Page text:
**September 30 is the deadline to complete the 2020 Census**
BE COUNTED online, or by phone or mail
- Be Constitutional: The first Census happened in 1790 and has happened every 10 years since. The Constitution mandates it.
- Be Represented Fairly: When you are counted in your community, those results are used to reapportion the seats in U.S. House of Representatives.
- Be Part of the Solution: $675 billion in federal funding for libraries, schools, hospitals, roads, and other public works is distributed based on the Census.
- Be Protected: It is against the law for the Census Bureau to share your answers with any other government agency.
- March 12 – 20: Households begin receiving official Census Bureau mail with detailed information on how to respond online, by phone, or by mail.
- March 30 – April 1: The Census Bureau counts people who are experiencing homelessness.
- April 1: Census Day. By this date, every home will receive an invitation to participate in the 2020 Census. Once the invitation arrives, respond for your home online, by phone, or by mail.
- April: Census takers begin visiting college students who live on campus, people living in senior centers, and others who live among large groups of people.
- May – July: Census takers begin visiting homes that haven’t responded to the 2020 Census to help make sure everyone is counted.
- September 30: Last day to respond online, by phone, or by mail.
- December: The Census Bureau delivers apportionment counts to the President and Congress as required by law.
How long does it take? The Census form should take about 10 minutes to complete, depending on the number of people in the household.
Can people respond if they misplaced or never received their unique ID? Yes, people can respond online or by phone using an option called Non-ID Response, which allows them to complete their Census forms without the unique ID, as long as they provide a valid home address.
Do I have to participate online? No. Households have the option to respond online, by phone, or by mail.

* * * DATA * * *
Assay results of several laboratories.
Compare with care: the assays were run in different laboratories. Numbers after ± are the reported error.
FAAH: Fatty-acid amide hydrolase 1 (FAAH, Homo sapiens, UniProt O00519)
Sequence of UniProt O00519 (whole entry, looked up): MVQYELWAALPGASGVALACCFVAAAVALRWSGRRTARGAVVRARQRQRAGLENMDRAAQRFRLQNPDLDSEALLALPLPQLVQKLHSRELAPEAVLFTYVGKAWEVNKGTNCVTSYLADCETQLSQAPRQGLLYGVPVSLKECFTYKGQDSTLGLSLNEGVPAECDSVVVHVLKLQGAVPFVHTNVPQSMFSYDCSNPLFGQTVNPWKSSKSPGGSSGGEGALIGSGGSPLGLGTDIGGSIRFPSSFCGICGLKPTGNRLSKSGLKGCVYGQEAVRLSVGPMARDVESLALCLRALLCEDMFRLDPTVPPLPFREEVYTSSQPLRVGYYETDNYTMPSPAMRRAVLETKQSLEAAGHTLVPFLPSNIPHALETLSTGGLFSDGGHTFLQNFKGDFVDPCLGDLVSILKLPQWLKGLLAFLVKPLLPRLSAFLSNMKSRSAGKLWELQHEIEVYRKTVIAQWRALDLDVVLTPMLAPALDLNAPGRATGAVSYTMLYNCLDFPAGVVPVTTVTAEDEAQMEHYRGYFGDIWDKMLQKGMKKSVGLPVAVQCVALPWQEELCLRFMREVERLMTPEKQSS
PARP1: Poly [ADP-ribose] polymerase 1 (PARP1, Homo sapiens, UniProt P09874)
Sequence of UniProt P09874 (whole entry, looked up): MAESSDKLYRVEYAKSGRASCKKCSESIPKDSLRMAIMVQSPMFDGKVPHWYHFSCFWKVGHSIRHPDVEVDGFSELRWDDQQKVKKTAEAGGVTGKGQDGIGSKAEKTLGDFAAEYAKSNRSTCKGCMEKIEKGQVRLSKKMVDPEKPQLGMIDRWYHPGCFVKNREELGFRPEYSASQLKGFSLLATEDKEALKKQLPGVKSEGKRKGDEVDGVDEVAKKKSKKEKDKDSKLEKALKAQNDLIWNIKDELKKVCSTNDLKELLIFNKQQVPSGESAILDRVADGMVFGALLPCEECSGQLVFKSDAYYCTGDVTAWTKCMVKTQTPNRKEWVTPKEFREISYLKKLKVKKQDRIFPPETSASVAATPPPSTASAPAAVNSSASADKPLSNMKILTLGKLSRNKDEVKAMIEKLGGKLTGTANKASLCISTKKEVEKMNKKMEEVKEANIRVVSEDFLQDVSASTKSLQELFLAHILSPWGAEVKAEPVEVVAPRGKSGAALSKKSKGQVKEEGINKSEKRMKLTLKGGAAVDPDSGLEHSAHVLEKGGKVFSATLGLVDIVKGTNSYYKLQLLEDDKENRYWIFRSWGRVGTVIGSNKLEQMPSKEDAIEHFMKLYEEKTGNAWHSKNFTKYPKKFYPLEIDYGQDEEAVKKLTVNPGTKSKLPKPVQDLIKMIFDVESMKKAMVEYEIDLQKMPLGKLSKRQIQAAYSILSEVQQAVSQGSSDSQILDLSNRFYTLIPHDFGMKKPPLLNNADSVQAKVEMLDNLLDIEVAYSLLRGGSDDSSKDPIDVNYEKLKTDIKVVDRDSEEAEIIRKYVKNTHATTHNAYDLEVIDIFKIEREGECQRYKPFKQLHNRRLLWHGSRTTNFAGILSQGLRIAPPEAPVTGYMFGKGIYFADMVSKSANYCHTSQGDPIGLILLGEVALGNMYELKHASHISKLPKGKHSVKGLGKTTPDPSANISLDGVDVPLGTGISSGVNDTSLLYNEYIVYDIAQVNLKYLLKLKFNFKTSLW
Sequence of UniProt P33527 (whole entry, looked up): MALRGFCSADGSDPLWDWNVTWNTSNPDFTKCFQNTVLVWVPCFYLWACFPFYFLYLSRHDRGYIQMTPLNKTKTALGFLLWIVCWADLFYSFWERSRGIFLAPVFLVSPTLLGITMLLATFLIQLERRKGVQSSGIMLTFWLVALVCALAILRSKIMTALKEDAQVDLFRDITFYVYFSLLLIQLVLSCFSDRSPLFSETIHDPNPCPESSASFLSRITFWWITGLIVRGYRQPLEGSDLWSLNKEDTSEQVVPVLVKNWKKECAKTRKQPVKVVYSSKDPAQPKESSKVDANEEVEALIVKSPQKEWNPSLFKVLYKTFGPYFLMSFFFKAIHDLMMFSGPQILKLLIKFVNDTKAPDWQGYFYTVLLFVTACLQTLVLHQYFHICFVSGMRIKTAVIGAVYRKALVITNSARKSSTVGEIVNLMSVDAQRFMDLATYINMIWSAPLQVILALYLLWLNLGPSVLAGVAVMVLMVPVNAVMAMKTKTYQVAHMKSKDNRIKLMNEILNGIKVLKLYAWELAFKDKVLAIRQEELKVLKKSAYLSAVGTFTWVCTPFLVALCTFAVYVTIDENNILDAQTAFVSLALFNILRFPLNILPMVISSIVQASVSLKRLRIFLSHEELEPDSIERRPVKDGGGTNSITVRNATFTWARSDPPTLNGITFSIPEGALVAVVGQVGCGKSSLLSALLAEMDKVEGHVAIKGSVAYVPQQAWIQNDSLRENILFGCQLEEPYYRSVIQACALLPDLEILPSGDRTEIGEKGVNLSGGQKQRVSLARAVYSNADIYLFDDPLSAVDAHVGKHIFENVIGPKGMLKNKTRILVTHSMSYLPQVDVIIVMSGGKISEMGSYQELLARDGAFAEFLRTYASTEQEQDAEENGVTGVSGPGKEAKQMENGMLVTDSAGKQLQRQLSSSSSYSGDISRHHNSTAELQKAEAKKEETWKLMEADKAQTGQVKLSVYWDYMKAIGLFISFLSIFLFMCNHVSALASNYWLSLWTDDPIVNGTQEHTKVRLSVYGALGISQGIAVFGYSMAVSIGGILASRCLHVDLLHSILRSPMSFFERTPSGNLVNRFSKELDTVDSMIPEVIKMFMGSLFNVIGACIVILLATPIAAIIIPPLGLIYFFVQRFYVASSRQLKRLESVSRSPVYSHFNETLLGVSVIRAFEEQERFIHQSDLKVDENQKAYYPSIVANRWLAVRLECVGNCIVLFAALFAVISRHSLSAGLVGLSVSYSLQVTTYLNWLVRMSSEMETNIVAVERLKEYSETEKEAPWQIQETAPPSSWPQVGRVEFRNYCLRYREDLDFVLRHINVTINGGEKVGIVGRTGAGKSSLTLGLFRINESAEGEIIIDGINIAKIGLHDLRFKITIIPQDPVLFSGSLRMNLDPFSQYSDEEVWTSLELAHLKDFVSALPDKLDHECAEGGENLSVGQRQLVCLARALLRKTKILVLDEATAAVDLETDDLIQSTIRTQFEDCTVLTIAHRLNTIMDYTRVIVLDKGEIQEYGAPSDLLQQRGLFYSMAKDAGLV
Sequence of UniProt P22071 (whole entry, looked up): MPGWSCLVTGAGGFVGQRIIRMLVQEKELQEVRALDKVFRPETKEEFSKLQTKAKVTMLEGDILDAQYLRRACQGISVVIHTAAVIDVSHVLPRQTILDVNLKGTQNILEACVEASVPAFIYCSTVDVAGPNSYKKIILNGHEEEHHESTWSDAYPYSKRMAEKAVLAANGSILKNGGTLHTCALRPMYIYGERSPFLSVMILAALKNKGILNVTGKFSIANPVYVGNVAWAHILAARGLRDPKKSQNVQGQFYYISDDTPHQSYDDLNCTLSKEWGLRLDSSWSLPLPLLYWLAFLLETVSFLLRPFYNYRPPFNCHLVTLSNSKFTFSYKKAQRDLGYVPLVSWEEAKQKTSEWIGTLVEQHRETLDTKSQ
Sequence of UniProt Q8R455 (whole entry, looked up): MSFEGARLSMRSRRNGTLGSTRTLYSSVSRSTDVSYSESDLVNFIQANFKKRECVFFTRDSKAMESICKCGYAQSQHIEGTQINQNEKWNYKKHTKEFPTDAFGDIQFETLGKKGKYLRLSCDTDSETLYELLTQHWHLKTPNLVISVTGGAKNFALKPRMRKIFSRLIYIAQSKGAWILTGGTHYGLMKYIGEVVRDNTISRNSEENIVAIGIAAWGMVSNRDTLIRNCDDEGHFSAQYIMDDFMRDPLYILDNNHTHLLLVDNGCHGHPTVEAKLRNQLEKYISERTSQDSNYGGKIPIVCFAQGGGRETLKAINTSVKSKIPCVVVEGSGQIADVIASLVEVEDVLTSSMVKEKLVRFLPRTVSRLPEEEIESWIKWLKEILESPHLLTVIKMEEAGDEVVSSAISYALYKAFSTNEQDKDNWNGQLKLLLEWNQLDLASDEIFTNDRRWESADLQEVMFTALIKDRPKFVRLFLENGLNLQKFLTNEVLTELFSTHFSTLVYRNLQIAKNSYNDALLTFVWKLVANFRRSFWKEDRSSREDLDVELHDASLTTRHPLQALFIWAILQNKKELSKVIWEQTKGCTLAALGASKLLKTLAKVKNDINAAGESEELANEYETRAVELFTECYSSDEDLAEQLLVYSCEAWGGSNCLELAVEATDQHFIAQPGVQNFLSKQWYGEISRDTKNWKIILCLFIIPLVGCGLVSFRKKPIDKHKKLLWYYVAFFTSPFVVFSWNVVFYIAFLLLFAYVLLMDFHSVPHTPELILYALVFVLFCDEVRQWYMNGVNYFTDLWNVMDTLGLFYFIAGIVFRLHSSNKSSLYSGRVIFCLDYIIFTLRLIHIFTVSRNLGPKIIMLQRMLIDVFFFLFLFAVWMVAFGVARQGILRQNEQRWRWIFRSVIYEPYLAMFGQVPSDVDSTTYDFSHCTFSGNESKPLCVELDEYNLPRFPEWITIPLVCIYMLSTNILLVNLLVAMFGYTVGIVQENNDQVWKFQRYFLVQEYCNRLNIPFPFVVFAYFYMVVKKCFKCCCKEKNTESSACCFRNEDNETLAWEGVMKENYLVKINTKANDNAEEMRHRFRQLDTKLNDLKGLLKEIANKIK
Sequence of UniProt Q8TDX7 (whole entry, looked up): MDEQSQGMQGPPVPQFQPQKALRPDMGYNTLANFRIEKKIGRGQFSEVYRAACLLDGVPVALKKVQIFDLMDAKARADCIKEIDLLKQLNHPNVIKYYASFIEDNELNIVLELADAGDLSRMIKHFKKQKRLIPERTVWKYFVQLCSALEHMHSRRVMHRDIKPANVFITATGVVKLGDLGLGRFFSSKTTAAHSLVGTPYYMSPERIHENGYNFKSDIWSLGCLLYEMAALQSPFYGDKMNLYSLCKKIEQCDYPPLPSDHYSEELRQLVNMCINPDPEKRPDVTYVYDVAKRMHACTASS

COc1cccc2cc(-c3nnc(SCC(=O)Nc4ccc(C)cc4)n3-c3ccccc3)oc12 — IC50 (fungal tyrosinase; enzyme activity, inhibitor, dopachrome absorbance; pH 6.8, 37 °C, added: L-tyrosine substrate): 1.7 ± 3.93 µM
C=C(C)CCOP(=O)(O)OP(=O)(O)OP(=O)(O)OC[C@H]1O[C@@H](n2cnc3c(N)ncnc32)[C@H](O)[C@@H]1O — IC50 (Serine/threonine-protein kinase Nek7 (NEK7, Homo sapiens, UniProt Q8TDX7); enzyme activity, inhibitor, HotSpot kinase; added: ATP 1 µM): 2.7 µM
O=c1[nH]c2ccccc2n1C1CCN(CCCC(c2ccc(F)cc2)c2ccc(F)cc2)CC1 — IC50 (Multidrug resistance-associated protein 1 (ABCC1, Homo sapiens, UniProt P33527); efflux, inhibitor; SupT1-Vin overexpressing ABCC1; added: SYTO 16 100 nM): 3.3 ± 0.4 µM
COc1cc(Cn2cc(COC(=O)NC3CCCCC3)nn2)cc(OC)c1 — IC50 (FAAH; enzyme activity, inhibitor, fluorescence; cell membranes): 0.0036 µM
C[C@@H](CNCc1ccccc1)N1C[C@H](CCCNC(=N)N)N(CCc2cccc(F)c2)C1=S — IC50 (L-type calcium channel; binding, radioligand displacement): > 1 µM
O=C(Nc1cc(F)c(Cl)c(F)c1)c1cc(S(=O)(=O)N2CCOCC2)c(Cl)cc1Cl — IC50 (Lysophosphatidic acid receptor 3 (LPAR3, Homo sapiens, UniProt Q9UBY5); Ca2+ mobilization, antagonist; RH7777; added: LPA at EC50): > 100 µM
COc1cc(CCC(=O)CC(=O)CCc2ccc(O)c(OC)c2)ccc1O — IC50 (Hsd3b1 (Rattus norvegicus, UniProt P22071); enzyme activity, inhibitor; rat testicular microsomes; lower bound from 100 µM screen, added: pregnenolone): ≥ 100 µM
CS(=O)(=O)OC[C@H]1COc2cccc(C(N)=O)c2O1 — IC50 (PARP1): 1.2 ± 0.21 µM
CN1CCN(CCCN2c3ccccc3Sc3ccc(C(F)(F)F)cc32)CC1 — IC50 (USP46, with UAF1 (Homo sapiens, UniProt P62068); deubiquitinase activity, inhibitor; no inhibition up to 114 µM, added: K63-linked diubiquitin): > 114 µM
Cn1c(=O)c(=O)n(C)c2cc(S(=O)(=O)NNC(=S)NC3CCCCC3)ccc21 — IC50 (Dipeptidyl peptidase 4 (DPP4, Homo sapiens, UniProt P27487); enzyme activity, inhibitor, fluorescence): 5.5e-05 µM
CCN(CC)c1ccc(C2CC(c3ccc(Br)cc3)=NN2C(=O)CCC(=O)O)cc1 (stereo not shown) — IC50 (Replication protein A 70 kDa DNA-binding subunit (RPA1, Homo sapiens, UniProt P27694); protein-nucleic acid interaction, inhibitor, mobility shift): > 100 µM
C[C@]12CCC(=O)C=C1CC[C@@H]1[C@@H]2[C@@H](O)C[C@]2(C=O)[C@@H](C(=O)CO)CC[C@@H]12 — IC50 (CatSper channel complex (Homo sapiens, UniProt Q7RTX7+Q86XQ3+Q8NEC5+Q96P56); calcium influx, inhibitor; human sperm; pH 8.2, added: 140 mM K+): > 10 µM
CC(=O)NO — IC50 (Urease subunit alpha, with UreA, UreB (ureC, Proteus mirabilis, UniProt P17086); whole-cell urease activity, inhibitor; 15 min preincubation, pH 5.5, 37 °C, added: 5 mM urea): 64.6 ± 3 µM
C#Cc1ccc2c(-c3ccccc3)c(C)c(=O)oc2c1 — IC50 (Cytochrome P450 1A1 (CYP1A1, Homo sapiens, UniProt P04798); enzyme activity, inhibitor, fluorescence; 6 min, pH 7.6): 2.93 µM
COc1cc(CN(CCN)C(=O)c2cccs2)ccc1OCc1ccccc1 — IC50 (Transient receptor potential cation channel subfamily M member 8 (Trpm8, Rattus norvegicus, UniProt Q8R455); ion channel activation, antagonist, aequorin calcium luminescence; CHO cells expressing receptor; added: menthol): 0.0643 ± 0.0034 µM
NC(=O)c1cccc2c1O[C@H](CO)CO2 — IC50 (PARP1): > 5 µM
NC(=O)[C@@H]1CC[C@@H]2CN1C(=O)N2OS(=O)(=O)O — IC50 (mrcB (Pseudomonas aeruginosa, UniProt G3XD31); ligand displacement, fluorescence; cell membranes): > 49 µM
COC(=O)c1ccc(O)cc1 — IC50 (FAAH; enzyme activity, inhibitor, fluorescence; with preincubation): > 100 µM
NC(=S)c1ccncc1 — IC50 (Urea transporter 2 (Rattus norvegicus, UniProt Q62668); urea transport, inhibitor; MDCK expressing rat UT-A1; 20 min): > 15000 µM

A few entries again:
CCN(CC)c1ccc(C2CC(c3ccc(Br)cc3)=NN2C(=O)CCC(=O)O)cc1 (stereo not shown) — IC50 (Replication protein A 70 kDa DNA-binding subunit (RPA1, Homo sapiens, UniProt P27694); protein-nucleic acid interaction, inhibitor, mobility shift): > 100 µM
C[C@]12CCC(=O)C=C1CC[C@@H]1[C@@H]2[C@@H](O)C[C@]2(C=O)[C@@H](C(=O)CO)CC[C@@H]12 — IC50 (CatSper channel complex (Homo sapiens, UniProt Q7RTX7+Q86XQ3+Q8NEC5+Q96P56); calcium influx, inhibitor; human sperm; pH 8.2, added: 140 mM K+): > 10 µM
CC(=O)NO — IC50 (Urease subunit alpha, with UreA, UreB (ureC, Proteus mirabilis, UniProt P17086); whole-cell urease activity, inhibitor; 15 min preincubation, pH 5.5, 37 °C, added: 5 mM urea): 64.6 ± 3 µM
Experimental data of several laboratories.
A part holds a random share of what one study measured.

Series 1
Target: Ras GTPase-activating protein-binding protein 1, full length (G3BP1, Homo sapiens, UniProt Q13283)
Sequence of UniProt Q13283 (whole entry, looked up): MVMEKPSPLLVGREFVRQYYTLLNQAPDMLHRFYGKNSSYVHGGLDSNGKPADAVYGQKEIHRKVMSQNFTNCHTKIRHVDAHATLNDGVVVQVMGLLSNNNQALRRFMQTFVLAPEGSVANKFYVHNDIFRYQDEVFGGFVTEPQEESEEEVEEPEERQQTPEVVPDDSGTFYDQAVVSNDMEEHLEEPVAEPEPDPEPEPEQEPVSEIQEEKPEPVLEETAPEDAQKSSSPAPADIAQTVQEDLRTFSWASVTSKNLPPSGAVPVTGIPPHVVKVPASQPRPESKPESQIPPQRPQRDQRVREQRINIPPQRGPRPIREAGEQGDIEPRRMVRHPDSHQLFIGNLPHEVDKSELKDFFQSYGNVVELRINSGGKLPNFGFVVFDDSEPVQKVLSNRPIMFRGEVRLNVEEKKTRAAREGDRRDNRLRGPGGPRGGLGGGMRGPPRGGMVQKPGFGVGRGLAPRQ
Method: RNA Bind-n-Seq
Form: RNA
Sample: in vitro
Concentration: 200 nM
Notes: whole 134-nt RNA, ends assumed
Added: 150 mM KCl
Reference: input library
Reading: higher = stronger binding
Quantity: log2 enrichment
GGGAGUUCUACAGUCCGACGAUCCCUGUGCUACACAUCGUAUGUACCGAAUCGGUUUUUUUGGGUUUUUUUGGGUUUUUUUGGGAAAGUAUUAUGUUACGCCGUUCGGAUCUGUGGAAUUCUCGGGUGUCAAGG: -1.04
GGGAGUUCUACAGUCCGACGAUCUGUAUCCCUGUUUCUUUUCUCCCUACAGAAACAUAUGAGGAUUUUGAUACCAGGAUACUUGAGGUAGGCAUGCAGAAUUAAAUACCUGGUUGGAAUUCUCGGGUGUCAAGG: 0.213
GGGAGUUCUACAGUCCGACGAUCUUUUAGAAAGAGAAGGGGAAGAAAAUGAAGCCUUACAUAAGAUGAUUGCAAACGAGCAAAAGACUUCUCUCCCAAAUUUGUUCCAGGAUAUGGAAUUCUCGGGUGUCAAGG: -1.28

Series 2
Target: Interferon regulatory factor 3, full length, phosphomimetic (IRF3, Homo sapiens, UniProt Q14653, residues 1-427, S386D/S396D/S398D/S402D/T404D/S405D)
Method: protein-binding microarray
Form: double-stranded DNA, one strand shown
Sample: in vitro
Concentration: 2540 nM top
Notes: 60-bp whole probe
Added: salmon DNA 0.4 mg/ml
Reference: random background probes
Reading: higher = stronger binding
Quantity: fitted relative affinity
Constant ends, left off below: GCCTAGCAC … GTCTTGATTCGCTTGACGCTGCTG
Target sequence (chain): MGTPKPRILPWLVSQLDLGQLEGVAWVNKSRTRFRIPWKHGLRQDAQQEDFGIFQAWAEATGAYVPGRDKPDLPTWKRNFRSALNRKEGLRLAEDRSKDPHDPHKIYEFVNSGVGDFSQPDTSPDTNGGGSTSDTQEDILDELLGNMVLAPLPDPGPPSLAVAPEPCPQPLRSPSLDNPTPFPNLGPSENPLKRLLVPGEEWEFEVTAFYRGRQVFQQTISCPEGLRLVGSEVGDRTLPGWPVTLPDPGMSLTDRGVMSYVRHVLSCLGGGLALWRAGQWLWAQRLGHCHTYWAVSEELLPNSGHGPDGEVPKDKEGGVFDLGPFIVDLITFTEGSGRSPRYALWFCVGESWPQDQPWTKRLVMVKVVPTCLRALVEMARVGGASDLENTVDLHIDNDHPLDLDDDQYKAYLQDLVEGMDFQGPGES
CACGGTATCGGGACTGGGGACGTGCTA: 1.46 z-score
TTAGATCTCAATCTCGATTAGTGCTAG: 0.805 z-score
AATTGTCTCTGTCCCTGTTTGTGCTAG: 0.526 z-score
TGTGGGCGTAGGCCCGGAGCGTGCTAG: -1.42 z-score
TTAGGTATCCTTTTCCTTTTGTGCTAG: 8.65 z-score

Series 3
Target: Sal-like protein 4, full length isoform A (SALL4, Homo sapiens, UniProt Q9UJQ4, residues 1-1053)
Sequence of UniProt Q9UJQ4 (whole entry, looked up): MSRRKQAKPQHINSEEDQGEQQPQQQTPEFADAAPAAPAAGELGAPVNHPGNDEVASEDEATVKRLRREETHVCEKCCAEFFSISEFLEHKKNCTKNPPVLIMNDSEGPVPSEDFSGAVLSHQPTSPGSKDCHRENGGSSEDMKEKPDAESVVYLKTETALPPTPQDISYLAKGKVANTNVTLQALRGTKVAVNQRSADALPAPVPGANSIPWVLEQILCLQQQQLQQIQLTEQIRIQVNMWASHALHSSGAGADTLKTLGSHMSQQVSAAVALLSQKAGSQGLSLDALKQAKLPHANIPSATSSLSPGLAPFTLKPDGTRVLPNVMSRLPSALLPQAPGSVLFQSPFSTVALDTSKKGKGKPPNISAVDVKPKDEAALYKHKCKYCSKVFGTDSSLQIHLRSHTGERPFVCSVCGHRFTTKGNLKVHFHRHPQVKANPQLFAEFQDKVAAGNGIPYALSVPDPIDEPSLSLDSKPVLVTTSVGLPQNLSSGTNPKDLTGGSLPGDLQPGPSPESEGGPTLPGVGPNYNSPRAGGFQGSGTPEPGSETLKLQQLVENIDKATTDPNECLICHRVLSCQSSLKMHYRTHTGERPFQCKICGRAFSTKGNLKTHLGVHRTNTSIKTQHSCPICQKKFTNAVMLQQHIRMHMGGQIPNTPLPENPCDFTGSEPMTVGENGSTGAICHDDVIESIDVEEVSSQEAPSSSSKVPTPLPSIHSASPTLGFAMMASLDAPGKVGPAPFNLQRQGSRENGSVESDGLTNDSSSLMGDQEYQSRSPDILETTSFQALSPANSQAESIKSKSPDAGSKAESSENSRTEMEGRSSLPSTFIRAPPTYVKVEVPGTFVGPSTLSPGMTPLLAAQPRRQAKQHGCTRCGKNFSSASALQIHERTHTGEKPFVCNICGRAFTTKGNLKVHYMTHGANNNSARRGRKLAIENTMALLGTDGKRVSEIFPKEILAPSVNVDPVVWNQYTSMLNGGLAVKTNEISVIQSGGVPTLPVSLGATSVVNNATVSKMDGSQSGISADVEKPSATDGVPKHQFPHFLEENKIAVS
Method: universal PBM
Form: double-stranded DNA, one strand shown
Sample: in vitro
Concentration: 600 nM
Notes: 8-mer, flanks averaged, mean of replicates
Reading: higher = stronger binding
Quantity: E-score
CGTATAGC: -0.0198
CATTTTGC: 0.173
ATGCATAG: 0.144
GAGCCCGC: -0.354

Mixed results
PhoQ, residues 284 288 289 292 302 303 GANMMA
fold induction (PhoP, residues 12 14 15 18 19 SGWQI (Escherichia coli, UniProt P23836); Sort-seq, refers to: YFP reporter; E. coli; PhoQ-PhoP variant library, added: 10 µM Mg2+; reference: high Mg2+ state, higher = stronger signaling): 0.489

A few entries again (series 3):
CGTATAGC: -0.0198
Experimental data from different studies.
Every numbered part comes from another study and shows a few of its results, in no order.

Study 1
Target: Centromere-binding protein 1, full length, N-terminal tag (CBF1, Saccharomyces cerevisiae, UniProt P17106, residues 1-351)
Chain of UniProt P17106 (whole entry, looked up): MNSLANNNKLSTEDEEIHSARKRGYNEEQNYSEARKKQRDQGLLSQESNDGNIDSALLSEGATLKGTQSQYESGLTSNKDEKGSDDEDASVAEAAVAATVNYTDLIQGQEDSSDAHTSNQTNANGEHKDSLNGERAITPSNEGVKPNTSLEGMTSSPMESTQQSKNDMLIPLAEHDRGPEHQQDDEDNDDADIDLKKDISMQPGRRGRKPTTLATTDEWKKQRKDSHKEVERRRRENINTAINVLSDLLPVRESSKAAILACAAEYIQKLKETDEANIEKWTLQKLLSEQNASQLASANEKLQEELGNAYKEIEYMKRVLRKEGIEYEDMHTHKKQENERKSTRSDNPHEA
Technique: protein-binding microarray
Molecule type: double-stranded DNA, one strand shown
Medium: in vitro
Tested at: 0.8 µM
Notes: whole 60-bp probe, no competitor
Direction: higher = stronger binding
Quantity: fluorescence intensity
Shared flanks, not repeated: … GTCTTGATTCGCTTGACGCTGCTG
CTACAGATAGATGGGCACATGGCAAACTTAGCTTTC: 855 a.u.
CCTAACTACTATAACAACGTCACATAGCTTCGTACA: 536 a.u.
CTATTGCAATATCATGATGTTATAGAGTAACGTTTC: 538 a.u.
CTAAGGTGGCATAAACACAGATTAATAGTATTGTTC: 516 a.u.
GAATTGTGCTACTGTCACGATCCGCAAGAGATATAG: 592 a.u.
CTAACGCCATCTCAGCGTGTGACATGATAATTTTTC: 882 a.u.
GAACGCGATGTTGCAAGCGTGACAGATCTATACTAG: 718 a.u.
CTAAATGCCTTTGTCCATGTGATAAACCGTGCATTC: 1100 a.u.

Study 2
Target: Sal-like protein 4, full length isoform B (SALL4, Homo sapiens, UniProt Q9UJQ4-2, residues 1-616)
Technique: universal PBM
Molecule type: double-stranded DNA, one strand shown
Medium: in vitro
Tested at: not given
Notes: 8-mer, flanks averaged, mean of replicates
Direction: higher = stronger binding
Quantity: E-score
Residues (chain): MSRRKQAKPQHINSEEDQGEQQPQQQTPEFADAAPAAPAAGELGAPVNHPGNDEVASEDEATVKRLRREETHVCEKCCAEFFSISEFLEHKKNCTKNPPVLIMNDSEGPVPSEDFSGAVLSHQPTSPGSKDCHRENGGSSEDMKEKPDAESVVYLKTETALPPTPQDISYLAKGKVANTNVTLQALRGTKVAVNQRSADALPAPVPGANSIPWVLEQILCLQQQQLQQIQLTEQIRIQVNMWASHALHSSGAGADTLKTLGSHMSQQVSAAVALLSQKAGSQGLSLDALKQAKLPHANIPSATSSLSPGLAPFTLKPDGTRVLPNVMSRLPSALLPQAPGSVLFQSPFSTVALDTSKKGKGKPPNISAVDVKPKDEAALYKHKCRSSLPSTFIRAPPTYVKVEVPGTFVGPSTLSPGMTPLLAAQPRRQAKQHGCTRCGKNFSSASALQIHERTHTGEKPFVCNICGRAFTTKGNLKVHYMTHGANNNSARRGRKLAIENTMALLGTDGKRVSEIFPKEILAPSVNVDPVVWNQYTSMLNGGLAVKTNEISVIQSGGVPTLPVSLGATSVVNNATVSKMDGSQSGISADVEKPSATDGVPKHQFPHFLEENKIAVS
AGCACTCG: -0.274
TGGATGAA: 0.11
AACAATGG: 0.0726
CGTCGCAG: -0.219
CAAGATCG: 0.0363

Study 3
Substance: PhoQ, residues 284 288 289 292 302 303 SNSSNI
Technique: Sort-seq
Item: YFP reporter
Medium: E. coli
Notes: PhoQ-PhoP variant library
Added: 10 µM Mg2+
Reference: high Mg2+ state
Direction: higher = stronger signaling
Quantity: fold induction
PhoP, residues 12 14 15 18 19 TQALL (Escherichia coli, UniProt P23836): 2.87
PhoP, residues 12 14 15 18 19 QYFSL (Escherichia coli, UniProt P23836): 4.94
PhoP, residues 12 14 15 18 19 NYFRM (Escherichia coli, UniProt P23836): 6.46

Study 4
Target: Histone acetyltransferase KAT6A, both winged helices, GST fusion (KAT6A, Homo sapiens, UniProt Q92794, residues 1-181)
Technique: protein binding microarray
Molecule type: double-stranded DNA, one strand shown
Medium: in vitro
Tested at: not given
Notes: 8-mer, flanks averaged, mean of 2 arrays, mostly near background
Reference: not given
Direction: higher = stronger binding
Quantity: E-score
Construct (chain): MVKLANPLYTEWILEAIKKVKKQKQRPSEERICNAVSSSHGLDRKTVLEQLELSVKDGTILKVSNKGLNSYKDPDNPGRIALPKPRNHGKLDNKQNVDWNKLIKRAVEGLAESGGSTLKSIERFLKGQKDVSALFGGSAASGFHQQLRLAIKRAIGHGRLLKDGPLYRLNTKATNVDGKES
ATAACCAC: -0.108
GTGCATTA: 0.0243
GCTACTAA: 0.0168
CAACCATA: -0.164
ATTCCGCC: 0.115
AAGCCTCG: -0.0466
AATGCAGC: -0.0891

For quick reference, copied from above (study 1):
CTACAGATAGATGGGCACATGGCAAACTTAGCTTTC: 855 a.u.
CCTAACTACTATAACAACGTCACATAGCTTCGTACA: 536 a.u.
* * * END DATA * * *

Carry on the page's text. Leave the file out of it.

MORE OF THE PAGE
In what languages is the online form available? The online form is available in 13 languages (Arabic, Chinese [Simplified], English, French, Haitian Creole, Japanese, Korean, Polish, Portuguese, Russian, Spanish, Tagalog, and Vietnamese).
What if I need some other language? The Census Bureau will provide language guides in 59 non-English languages.
Can Census responses by shared with law enforcement or other government agencies? No, Title 13 of the U.S. Code protects the confidentiality of personally identifiable information provided in Census responses. Federal law prohibits the Census Bureau from sharing personally identifiable information with other government agencies.
What should people do if they have a question or a problem? People can call Census Questionnaire Assistance toll-free at 800-923-8282 for answers to questions or to provide their household responses by phone.
Why is taking the Census important?
Taking the Census is important because the data obtained is used to:
- Determine representation in Congress and the Electoral College. In other words, the results determine how many seats in Congress Maryland gets.
- Redistrict boundaries of congressional and state legislative districts;
- Make decisions about how and where to spend billions of dollars in federal money, each year, for programs and services that communities rely on including but not limited to:
– Infrastructure such as roads
– Neighborhood revitalization
– Public safety/emergency preparedness
– Economic development
- It’s mandated by the U.S. Constitution in Article 1, Section 2. The U.S. has counted its population every 10 years since 1790.